• What kind of exposure does it have? We’ve seen multi-million dollar flops because they were a block in the wrong direction or on the second floor of a building with no exposure.

• What is the frontage?

• What is the ceiling height?

• Is the HVAC suitable for a restaurant with a kitchen putting out lots of heat?

• Does it have the proper gas lines? 2.5” lines are required for a commercial kitchen.

• Is the electrical up to spec? It needs to be 225 amps of 120/208 volt, 3 phase-4 wire service.

• Does it have parking? If not, it had better be near a Metro stop or in a high pedestrian-volume area.

• Does it allow signage? Check with your landlord. Also see the note about historical districts in the first post in this series.

• Co-tenancy: give preference to super regional destination oriented venues; key national tenants; transportation complexes.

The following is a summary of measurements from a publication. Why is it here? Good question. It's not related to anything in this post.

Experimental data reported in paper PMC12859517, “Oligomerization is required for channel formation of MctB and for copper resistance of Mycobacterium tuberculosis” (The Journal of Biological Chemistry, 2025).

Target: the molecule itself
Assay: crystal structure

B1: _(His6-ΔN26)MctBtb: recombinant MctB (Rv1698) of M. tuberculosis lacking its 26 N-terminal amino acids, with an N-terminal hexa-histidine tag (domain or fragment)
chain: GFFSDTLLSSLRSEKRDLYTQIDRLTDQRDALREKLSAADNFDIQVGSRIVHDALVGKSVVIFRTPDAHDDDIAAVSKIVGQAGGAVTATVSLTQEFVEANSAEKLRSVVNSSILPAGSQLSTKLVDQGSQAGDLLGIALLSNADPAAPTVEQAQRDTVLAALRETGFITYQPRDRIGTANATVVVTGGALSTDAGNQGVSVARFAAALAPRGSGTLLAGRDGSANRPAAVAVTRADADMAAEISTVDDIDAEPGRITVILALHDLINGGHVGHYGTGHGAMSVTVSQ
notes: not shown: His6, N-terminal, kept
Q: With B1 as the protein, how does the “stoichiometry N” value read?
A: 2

• Outside seating…we’ve got some nice weather here. It’s so DC!

• Is it highly visible from major access points?


The majority of the people on the panel who voiced an opinion said it’s a good idea to buy the building rather than lease. It gives you some extra stability and proves to the banks that you’ve got skin in the game.

Consider the following regarding leasing:

• The typical commercial lease is what they call Triple Net. That means the tenant pays base rent and expenses including common area maintenance (CAM), taxes, and insurance.

• Space size – identify spaces that support what you want to do. Don’t lease excess space unless you know you’re going to need it in the short-term.

• Base Rent – Annual rental amount. Always check the rents in the area to make sure it’s in line with comparable properties around yours. Find out what they are BEFORE you start negotiations.

• T.I. Dollars – Tenant Improvement Dollars. Always negotiate to get the landlord to contribute to the cost of the build-out.

• Lease/Rent Commencement – Lease commencement will begin upon lease execution, but rent commencement should begin 4-6 months after lease execution. This gives you time for design, build-out, and permitting.

• Term – Length of the lease. Take into consideration the cost of the build-out and amortization period, along with the amount of time it takes to build up the business. Typical terms are between 5-10 years. Always attempt to negotiate option terms equivalent to the primary terms.

Other lease negotiation points: